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Welsh Marches

From Academic Kids

In European history, marches are border regions between centres of power. In English history, the Welsh Marches refers to the borderlands between England and Wales, and the Scottish Marches to the borderlands between England and Scotland. The term Marcher is used to refer to the Marcher Lords who ruled these areas.

The term "marches" is not properly applied within Wales, where tribal affiliations traditionally gave freer range of action to local leaders.

The Welsh Marches are the area that lies between the mountains of Wales itself and the river valleys of England. The Romans established forts at Chester (castra), Gloucester and Caerleon. A string of garrisoned market-towns defined the borderlands as much as Offa's Dyke, the official boundary erected by order of King Offa of Mercia at the end of the 8th century. The Welsh Marches contain Britain's densest concentration of motte-and-bailey castles.

After the Norman Conquest, William set out to subdue the Welsh, a process that took a century and was never permanently effective. During those generations the Marches were a frontier society in every sense, and a stamp was set on the region that lasted into the Industrial Revolution. Amid violence and dangers a chronic lack of manpower afforded opportunities for the intrepid, and the Marcher Lords encouraged immigration from all the Norman-Angevin realms, and encouraged trade from their "fair haven" ports like Cardiff. At the top of this culturally diverse, intensely feudalized and local society, the Marcher barons combined the authority of feudal lord and vassal of the king among their Normans, and of supplanting the traditional tywysog among their conquered Welsh (Nelson 1966, ch. 8).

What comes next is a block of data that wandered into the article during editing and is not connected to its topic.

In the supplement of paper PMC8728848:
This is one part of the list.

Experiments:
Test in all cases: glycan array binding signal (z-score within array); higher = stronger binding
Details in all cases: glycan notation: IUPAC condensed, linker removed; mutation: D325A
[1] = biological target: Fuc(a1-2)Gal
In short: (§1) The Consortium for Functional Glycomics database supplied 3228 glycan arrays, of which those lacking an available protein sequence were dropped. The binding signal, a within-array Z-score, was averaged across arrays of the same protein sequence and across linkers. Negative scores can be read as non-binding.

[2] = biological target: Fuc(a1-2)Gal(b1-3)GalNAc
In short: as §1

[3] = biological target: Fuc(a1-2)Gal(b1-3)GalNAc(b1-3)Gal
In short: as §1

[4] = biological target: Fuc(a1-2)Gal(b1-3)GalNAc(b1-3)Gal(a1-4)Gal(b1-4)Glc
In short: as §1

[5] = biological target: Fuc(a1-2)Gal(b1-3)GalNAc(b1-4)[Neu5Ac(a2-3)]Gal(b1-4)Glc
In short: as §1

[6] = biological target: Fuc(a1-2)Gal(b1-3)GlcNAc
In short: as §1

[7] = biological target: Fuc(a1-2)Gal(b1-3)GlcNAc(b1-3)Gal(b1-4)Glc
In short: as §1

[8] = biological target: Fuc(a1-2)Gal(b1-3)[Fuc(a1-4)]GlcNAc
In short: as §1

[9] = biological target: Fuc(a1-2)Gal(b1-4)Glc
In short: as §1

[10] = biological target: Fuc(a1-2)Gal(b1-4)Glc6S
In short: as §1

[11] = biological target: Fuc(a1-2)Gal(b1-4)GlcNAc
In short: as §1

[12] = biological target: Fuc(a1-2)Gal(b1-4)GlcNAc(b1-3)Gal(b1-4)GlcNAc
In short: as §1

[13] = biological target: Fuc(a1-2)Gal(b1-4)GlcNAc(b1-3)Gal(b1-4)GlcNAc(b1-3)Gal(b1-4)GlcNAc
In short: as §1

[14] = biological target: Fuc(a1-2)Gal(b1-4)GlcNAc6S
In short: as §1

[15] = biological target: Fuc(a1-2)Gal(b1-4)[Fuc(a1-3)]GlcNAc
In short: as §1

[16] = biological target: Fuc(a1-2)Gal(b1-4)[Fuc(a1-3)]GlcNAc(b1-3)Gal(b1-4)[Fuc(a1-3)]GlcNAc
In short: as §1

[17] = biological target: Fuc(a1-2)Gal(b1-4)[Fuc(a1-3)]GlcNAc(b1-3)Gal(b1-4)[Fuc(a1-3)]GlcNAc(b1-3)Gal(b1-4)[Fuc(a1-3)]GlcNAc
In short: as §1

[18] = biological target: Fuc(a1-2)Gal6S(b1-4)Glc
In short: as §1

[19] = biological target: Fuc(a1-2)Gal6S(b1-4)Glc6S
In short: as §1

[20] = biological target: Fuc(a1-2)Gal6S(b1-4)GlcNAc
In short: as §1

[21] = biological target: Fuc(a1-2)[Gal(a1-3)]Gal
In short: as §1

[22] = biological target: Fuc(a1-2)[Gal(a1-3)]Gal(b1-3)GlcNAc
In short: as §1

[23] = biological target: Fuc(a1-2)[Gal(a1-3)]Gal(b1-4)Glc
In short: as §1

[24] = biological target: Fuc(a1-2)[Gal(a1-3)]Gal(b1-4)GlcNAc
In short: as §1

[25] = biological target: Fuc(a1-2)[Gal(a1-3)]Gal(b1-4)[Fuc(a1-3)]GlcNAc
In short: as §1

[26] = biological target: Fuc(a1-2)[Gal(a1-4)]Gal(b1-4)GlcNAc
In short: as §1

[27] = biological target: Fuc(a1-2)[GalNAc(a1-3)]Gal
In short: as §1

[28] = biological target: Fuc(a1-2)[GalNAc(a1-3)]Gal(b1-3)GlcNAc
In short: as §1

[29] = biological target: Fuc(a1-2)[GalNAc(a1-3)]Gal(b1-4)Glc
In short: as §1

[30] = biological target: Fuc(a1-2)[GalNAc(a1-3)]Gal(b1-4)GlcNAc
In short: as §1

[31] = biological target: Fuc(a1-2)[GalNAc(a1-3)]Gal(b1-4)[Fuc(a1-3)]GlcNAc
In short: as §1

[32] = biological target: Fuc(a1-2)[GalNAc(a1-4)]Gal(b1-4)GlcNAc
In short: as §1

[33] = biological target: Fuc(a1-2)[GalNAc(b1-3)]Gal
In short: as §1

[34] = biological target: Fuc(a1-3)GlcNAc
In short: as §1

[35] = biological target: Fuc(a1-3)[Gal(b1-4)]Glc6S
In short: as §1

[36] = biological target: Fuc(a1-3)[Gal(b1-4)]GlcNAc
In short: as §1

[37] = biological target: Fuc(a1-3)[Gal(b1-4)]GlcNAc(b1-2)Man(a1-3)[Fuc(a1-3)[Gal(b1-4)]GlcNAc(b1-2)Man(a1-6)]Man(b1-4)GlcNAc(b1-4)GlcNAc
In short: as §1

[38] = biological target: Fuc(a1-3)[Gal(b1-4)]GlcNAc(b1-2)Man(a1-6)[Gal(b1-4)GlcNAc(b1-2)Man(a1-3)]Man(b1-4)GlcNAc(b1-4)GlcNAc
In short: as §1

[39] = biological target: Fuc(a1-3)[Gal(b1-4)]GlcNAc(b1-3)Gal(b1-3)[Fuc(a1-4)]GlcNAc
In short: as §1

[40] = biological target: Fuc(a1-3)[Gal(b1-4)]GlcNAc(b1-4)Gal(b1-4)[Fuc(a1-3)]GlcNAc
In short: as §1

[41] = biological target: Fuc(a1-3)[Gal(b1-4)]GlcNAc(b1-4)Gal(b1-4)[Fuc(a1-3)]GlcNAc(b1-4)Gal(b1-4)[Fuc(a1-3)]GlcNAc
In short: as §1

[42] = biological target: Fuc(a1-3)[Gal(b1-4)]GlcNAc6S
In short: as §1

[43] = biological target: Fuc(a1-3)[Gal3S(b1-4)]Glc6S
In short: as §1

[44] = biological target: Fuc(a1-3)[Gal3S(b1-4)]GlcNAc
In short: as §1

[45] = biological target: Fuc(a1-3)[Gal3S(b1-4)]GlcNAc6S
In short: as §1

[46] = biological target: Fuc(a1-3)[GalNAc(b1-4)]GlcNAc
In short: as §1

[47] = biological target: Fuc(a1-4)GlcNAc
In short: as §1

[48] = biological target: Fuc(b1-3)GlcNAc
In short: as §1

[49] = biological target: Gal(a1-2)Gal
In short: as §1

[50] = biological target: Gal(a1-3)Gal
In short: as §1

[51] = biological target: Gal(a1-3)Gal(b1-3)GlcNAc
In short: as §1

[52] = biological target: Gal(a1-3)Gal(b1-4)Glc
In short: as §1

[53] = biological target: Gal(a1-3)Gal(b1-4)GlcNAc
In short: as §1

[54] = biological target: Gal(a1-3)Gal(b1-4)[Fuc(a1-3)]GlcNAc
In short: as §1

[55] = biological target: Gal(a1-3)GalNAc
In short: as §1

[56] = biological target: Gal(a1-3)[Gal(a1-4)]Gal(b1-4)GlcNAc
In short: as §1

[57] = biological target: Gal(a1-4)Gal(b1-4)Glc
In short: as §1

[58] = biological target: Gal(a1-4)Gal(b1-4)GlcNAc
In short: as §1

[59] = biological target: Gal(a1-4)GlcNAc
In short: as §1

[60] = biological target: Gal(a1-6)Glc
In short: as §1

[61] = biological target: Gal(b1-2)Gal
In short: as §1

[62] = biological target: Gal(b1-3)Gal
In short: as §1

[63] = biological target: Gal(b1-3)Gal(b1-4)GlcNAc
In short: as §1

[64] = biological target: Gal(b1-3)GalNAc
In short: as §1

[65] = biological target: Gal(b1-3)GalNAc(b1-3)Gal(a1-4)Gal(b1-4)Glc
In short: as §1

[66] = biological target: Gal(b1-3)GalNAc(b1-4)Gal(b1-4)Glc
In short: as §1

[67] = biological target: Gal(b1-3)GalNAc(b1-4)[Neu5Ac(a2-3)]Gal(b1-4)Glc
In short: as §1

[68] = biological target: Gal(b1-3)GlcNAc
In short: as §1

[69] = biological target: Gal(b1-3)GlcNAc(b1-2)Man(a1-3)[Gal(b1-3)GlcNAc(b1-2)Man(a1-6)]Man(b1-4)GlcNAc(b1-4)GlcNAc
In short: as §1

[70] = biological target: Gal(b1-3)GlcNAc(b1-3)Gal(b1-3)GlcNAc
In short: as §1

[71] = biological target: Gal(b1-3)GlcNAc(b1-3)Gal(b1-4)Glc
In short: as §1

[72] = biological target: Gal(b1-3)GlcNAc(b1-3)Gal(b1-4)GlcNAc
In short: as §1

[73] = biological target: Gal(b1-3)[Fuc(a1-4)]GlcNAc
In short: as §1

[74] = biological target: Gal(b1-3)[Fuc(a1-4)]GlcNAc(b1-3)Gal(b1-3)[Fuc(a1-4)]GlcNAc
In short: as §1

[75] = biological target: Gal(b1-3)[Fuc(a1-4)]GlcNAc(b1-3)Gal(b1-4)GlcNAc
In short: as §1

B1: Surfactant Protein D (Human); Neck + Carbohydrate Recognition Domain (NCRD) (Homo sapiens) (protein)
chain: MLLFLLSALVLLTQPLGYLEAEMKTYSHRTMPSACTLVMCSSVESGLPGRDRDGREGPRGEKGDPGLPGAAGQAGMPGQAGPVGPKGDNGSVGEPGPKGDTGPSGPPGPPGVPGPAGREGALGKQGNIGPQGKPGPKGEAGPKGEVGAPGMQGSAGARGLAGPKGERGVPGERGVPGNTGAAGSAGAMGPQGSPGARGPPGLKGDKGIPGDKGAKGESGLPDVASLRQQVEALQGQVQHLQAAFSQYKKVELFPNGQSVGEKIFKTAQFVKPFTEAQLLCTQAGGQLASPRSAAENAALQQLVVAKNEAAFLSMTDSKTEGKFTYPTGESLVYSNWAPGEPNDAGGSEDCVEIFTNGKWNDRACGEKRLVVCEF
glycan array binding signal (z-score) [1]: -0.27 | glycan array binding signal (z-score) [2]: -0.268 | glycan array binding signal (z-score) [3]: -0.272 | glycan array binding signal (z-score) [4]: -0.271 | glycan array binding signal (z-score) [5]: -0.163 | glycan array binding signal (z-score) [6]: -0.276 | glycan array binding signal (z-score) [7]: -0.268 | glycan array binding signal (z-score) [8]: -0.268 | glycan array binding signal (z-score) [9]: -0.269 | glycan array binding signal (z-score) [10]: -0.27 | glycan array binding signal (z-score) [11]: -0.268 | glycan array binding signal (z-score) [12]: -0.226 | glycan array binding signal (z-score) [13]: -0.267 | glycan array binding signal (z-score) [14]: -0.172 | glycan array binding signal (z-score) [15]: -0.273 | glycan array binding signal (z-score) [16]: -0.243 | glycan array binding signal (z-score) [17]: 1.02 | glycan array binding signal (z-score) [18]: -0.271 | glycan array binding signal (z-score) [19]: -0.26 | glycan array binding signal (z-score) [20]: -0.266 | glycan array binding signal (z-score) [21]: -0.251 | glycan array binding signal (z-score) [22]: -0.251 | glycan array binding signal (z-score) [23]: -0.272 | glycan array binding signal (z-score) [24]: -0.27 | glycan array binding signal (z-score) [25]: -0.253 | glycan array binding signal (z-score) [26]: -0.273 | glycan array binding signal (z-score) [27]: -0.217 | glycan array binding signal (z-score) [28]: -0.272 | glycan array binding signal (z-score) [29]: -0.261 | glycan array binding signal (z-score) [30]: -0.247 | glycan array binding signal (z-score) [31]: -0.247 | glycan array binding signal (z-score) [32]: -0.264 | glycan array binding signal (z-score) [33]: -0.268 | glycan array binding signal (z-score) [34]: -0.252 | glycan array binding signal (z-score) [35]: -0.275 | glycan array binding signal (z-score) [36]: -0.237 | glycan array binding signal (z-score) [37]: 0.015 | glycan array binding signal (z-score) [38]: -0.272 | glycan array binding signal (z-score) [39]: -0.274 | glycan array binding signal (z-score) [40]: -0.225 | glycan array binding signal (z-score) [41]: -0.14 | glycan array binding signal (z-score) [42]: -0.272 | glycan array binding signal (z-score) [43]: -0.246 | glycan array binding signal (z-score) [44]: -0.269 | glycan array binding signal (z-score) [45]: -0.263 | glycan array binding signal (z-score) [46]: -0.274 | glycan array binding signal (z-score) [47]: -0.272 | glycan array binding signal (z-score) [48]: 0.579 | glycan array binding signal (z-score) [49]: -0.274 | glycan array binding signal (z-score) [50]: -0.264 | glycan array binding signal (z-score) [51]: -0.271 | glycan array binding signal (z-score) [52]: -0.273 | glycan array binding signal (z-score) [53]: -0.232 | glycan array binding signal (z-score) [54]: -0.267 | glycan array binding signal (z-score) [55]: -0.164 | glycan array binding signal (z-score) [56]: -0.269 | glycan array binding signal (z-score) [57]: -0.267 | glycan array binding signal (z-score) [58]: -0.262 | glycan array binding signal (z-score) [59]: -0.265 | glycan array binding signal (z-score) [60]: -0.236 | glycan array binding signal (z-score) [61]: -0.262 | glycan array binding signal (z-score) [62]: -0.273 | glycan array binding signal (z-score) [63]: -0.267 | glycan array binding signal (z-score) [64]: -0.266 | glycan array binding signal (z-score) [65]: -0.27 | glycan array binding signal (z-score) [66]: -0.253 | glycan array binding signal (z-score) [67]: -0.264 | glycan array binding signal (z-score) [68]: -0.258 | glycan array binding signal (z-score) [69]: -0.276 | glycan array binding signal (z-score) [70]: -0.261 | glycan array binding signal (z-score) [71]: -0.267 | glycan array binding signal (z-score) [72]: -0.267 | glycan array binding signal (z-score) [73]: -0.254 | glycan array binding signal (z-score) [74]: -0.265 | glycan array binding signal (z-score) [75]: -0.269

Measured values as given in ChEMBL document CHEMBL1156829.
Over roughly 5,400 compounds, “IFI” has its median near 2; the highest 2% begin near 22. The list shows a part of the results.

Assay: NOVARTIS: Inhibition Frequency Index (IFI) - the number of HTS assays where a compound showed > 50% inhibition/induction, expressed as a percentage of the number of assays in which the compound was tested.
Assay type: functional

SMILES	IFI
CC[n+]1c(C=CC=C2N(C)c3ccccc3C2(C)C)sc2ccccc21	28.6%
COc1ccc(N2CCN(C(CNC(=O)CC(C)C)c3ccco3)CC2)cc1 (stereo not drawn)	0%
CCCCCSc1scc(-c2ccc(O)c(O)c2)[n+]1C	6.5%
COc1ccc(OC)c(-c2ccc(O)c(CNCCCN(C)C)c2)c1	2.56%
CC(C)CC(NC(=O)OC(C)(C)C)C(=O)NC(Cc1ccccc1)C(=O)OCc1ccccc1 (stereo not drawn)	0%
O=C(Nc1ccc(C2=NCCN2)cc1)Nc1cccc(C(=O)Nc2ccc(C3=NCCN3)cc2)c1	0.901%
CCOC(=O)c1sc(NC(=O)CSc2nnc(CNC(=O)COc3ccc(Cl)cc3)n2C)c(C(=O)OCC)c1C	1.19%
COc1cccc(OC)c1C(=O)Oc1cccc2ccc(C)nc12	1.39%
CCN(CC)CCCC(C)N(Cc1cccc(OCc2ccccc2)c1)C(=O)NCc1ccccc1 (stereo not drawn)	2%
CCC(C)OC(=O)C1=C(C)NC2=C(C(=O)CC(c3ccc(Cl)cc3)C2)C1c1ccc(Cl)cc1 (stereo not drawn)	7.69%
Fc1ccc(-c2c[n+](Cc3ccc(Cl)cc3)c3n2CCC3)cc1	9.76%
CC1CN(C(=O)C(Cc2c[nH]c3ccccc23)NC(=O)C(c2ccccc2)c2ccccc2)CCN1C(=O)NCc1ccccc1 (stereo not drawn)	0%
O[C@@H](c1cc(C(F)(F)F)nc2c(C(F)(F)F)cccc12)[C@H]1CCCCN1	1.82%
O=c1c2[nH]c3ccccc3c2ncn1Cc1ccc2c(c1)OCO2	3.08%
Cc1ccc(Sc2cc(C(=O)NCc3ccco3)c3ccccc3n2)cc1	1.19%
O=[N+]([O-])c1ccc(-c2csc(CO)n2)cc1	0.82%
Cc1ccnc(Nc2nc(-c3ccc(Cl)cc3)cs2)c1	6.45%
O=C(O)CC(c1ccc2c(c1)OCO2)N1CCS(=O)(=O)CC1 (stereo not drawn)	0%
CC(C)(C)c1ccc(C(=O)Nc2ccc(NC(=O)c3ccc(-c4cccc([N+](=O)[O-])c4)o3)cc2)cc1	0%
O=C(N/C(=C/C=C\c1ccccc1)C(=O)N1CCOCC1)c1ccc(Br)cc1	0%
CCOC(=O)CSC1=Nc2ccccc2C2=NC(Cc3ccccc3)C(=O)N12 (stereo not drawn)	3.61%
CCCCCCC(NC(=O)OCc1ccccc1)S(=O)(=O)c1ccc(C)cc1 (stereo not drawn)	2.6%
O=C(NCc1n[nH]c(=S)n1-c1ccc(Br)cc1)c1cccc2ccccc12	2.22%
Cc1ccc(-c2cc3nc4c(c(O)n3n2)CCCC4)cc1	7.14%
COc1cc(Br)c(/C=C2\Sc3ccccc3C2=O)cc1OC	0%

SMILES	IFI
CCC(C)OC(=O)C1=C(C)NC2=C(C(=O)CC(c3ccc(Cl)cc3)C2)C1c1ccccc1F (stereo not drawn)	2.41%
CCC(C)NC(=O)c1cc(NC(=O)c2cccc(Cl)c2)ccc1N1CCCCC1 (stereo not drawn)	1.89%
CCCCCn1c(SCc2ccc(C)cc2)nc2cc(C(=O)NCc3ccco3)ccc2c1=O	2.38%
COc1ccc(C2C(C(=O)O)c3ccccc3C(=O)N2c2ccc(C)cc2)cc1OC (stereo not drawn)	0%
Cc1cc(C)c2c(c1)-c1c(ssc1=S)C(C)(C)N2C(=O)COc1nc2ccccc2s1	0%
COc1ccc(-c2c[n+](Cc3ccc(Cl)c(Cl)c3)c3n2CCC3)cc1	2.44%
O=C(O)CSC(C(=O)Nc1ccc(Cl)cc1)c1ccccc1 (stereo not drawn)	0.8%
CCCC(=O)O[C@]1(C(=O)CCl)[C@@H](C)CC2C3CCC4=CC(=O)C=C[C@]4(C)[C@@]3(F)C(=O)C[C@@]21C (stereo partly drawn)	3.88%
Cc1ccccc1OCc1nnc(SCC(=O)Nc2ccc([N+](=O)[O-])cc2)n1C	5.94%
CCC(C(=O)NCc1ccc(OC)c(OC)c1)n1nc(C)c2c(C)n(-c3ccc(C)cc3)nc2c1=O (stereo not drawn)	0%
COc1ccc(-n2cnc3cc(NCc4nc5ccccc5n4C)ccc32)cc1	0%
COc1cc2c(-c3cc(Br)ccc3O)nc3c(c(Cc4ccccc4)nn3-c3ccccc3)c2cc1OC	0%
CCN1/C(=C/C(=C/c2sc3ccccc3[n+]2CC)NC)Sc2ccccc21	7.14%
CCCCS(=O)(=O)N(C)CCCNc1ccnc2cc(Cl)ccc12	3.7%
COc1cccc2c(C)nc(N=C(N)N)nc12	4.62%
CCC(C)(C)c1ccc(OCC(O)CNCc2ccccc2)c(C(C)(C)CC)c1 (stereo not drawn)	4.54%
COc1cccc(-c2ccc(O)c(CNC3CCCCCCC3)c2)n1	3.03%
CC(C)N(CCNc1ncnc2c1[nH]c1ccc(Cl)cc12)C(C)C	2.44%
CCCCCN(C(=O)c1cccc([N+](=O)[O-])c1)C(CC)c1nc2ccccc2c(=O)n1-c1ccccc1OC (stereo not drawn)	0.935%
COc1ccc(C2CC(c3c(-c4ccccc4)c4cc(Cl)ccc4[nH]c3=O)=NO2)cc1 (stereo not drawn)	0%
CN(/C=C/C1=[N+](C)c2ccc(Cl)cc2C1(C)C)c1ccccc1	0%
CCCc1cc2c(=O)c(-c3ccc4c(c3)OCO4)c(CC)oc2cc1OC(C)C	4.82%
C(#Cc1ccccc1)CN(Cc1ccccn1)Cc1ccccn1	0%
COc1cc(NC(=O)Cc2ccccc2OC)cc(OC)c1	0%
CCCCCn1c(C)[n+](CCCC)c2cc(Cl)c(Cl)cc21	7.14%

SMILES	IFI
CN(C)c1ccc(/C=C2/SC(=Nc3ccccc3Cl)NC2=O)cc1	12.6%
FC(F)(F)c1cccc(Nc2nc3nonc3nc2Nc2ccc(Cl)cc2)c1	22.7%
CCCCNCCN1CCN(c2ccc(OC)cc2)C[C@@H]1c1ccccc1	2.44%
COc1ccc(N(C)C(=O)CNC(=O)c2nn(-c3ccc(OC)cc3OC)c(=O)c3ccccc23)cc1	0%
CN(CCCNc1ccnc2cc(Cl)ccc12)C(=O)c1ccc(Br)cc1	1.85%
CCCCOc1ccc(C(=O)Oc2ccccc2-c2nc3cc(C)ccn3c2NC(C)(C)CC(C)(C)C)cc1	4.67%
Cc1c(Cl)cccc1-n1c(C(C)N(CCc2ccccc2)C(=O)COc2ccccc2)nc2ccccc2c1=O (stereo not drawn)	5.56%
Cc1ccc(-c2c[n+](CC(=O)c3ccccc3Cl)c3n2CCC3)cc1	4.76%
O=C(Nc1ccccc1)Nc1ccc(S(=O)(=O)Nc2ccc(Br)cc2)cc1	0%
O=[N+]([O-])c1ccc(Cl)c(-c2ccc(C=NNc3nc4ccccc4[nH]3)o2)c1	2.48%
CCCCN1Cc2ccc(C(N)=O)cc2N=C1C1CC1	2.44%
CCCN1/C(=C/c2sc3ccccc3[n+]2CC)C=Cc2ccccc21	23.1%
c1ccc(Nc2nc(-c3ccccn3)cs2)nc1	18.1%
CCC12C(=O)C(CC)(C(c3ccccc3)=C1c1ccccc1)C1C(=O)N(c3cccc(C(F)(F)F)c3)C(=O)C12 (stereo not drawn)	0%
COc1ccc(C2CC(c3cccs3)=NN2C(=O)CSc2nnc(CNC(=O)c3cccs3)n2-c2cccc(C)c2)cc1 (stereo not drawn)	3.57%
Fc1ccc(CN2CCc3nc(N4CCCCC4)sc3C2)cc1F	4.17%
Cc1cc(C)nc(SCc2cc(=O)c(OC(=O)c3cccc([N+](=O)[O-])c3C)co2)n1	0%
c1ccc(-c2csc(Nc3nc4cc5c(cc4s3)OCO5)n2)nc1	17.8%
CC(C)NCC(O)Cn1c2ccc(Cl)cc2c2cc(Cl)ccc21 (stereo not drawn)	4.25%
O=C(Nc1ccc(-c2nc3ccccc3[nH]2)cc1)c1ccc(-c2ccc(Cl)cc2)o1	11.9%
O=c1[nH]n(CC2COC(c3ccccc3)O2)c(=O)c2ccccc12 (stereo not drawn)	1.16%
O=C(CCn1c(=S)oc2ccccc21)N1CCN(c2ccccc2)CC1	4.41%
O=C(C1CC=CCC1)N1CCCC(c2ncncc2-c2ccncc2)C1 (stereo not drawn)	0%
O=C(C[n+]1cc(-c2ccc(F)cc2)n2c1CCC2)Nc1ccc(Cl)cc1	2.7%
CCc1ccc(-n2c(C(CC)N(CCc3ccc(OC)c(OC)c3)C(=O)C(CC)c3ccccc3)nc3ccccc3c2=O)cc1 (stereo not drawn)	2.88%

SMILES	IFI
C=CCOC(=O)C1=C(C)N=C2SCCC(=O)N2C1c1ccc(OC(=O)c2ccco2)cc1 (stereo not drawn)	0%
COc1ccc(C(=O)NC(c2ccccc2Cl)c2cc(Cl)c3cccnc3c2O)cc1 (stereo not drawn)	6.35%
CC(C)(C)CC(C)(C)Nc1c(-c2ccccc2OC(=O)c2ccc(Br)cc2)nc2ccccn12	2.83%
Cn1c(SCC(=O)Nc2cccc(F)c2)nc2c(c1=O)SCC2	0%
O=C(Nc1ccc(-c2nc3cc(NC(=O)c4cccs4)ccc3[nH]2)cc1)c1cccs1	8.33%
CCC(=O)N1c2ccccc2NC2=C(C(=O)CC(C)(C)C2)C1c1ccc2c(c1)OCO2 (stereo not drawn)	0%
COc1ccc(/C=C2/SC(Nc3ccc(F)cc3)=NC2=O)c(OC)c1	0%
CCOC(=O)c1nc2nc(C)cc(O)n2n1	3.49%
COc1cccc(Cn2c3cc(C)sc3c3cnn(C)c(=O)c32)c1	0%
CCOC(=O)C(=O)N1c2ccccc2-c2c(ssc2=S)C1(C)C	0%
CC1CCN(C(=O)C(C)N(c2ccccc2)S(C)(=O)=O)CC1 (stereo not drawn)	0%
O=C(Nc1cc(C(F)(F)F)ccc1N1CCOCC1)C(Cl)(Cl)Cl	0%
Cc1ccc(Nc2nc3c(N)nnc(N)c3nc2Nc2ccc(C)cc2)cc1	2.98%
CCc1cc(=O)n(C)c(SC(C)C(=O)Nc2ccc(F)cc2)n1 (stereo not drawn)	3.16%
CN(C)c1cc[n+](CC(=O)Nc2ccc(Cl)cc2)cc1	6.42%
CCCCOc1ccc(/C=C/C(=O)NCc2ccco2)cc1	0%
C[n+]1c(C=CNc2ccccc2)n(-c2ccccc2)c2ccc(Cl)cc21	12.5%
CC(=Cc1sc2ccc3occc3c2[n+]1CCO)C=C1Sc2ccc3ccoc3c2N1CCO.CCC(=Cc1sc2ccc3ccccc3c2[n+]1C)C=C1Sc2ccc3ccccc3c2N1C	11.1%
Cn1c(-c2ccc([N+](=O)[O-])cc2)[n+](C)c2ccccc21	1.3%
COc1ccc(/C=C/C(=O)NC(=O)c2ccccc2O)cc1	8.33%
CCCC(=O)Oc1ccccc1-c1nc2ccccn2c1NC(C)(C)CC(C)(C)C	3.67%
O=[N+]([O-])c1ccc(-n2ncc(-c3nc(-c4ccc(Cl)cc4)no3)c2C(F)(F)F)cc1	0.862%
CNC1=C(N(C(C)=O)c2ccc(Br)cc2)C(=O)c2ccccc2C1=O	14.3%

The Anglo-Norman lordships in this area were distinct in several ways: they were geographically compact and jurisdictionally separate one from another, and they had special privileges which separated them from the usual English lordships. Royal writ did not obtain in the Marches: Marcher lords ruled their lands by their own law—sicut regale ("like unto a king") as Gilbert, earl of Gloucester, stated (Nelson 1966), whereas in England fief-holders were directly accountable to the king. Marcher lords could build castles, a jealously guarded and easily-revoked Royal privilege in England. Marcher lords administered laws, waged war, established markets in towns, and maintained their own chanceries that kept their records, which have been completely lost. They had their own deputies, or sheriffs. Sitting in their own courts they had jurisdiction over all cases at law save high treason. "They could establish forests and forest laws declare and wage war, establish boroughs, and grant extensive charters of liberties. They could confiscate the estates of traitors and felons, and regrant these at will. They could establish and preside over their own petty parliaments and county courts. Finally, they could claim any and every feudal due, aid, grant, and relief" (Nelson 1966, ch. 8). Only they did not mint coin. Their one insecurity, if they did not take up arms against the king, was of dying without a legitimate heir, whereupon the title reverted to the Crown in escheat.